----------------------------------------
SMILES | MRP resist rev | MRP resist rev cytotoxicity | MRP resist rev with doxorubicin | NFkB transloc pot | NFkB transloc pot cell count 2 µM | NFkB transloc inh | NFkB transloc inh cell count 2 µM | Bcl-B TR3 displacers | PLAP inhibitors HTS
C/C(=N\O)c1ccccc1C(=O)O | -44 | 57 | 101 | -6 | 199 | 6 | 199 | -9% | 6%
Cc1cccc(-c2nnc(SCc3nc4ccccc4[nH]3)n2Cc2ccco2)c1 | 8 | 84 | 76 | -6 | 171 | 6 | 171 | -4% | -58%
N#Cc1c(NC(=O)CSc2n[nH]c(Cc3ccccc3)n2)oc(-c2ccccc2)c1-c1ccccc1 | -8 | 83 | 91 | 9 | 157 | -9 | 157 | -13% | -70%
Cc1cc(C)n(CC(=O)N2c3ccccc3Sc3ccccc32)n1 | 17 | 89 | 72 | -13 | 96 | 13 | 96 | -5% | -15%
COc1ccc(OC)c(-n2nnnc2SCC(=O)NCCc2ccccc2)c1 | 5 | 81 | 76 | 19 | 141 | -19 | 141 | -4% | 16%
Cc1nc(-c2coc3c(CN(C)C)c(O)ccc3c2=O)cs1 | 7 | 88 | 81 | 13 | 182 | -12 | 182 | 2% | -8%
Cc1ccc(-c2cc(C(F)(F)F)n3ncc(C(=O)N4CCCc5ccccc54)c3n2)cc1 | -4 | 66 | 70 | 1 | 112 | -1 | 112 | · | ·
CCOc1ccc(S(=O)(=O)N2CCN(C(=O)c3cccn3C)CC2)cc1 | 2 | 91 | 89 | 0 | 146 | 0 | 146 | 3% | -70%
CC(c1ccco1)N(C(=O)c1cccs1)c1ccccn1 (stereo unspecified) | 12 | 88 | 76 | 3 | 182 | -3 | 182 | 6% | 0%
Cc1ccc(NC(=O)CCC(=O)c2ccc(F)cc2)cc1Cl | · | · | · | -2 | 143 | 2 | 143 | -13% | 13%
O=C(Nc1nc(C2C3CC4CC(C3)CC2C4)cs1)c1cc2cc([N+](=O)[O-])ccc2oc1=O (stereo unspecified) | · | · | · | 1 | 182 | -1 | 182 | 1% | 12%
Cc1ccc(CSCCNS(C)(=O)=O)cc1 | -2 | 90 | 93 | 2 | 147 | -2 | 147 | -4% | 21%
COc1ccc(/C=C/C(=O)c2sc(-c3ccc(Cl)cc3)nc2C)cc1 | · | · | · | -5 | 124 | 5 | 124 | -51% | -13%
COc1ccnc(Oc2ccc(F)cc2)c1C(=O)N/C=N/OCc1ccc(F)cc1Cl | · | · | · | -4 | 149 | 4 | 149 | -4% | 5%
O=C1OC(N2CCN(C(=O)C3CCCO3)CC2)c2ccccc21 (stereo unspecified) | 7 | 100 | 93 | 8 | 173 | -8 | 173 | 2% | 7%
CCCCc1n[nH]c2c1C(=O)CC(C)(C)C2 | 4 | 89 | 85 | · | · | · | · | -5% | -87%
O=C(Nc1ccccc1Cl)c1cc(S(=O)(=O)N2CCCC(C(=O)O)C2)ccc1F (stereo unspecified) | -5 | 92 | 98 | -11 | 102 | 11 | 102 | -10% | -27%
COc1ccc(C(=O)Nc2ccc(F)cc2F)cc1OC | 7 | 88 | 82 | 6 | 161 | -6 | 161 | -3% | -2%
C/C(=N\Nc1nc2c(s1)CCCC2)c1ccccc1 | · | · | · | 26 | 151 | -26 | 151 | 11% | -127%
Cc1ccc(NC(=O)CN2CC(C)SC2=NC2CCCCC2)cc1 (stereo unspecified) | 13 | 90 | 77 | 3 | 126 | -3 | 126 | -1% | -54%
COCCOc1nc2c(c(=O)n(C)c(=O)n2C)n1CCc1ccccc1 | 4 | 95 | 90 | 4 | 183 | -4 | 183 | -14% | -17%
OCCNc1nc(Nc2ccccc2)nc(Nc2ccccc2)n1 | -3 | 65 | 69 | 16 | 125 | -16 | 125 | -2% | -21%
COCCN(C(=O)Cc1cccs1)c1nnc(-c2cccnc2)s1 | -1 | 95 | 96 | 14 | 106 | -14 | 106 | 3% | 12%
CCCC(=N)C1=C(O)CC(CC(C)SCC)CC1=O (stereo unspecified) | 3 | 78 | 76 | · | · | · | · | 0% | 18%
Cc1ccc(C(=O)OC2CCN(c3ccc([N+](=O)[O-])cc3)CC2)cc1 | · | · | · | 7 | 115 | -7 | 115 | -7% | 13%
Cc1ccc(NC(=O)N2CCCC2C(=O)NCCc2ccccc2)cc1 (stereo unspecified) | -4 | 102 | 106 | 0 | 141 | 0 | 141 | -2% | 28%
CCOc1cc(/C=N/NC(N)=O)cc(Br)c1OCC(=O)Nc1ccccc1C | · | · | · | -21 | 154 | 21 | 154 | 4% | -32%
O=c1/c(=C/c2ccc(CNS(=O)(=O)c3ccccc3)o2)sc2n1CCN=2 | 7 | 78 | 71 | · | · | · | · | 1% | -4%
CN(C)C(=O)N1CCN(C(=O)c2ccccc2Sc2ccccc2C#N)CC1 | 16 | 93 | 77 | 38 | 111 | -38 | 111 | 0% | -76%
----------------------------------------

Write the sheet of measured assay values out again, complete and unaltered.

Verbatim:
SMILES | MRP resist rev | MRP resist rev cytotoxicity | MRP resist rev with doxorubicin | NFkB transloc pot | NFkB transloc pot cell count 2 µM | NFkB transloc inh | NFkB transloc inh cell count 2 µM | Bcl-B TR3 displacers | PLAP inhibitors HTS
C/C(=N\O)c1ccccc1C(=O)O | -44 | 57 | 101 | -6 | 199 | 6 | 199 | -9% | 6%
Cc1cccc(-c2nnc(SCc3nc4ccccc4[nH]3)n2Cc2ccco2)c1 | 8 | 84 | 76 | -6 | 171 | 6 | 171 | -4% | -58%
N#Cc1c(NC(=O)CSc2n[nH]c(Cc3ccccc3)n2)oc(-c2ccccc2)c1-c1ccccc1 | -8 | 83 | 91 | 9 | 157 | -9 | 157 | -13% | -70%
Cc1cc(C)n(CC(=O)N2c3ccccc3Sc3ccccc32)n1 | 17 | 89 | 72 | -13 | 96 | 13 | 96 | -5% | -15%
COc1ccc(OC)c(-n2nnnc2SCC(=O)NCCc2ccccc2)c1 | 5 | 81 | 76 | 19 | 141 | -19 | 141 | -4% | 16%
Cc1nc(-c2coc3c(CN(C)C)c(O)ccc3c2=O)cs1 | 7 | 88 | 81 | 13 | 182 | -12 | 182 | 2% | -8%
Cc1ccc(-c2cc(C(F)(F)F)n3ncc(C(=O)N4CCCc5ccccc54)c3n2)cc1 | -4 | 66 | 70 | 1 | 112 | -1 | 112 | · | ·
CCOc1ccc(S(=O)(=O)N2CCN(C(=O)c3cccn3C)CC2)cc1 | 2 | 91 | 89 | 0 | 146 | 0 | 146 | 3% | -70%
CC(c1ccco1)N(C(=O)c1cccs1)c1ccccn1 (stereo unspecified) | 12 | 88 | 76 | 3 | 182 | -3 | 182 | 6% | 0%
Cc1ccc(NC(=O)CCC(=O)c2ccc(F)cc2)cc1Cl | · | · | · | -2 | 143 | 2 | 143 | -13% | 13%
O=C(Nc1nc(C2C3CC4CC(C3)CC2C4)cs1)c1cc2cc([N+](=O)[O-])ccc2oc1=O (stereo unspecified) | · | · | · | 1 | 182 | -1 | 182 | 1% | 12%
Cc1ccc(CSCCNS(C)(=O)=O)cc1 | -2 | 90 | 93 | 2 | 147 | -2 | 147 | -4% | 21%
COc1ccc(/C=C/C(=O)c2sc(-c3ccc(Cl)cc3)nc2C)cc1 | · | · | · | -5 | 124 | 5 | 124 | -51% | -13%
COc1ccnc(Oc2ccc(F)cc2)c1C(=O)N/C=N/OCc1ccc(F)cc1Cl | · | · | · | -4 | 149 | 4 | 149 | -4% | 5%
O=C1OC(N2CCN(C(=O)C3CCCO3)CC2)c2ccccc21 (stereo unspecified) | 7 | 100 | 93 | 8 | 173 | -8 | 173 | 2% | 7%
CCCCc1n[nH]c2c1C(=O)CC(C)(C)C2 | 4 | 89 | 85 | · | · | · | · | -5% | -87%
O=C(Nc1ccccc1Cl)c1cc(S(=O)(=O)N2CCCC(C(=O)O)C2)ccc1F (stereo unspecified) | -5 | 92 | 98 | -11 | 102 | 11 | 102 | -10% | -27%
COc1ccc(C(=O)Nc2ccc(F)cc2F)cc1OC | 7 | 88 | 82 | 6 | 161 | -6 | 161 | -3% | -2%
C/C(=N\Nc1nc2c(s1)CCCC2)c1ccccc1 | · | · | · | 26 | 151 | -26 | 151 | 11% | -127%
Cc1ccc(NC(=O)CN2CC(C)SC2=NC2CCCCC2)cc1 (stereo unspecified) | 13 | 90 | 77 | 3 | 126 | -3 | 126 | -1% | -54%
COCCOc1nc2c(c(=O)n(C)c(=O)n2C)n1CCc1ccccc1 | 4 | 95 | 90 | 4 | 183 | -4 | 183 | -14% | -17%
OCCNc1nc(Nc2ccccc2)nc(Nc2ccccc2)n1 | -3 | 65 | 69 | 16 | 125 | -16 | 125 | -2% | -21%
COCCN(C(=O)Cc1cccs1)c1nnc(-c2cccnc2)s1 | -1 | 95 | 96 | 14 | 106 | -14 | 106 | 3% | 12%
CCCC(=N)C1=C(O)CC(CC(C)SCC)CC1=O (stereo unspecified) | 3 | 78 | 76 | · | · | · | · | 0% | 18%
Cc1ccc(C(=O)OC2CCN(c3ccc([N+](=O)[O-])cc3)CC2)cc1 | · | · | · | 7 | 115 | -7 | 115 | -7% | 13%
Cc1ccc(NC(=O)N2CCCC2C(=O)NCCc2ccccc2)cc1 (stereo unspecified) | -4 | 102 | 106 | 0 | 141 | 0 | 141 | -2% | 28%
CCOc1cc(/C=N/NC(N)=O)cc(Br)c1OCC(=O)Nc1ccccc1C | · | · | · | -21 | 154 | 21 | 154 | 4% | -32%
O=c1/c(=C/c2ccc(CNS(=O)(=O)c3ccccc3)o2)sc2n1CCN=2 | 7 | 78 | 71 | · | · | · | · | 1% | -4%
CN(C)C(=O)N1CCN(C(=O)c2ccccc2Sc2ccccc2C#N)CC1 | 16 | 93 | 77 | 38 | 111 | -38 | 111 | 0% | -76%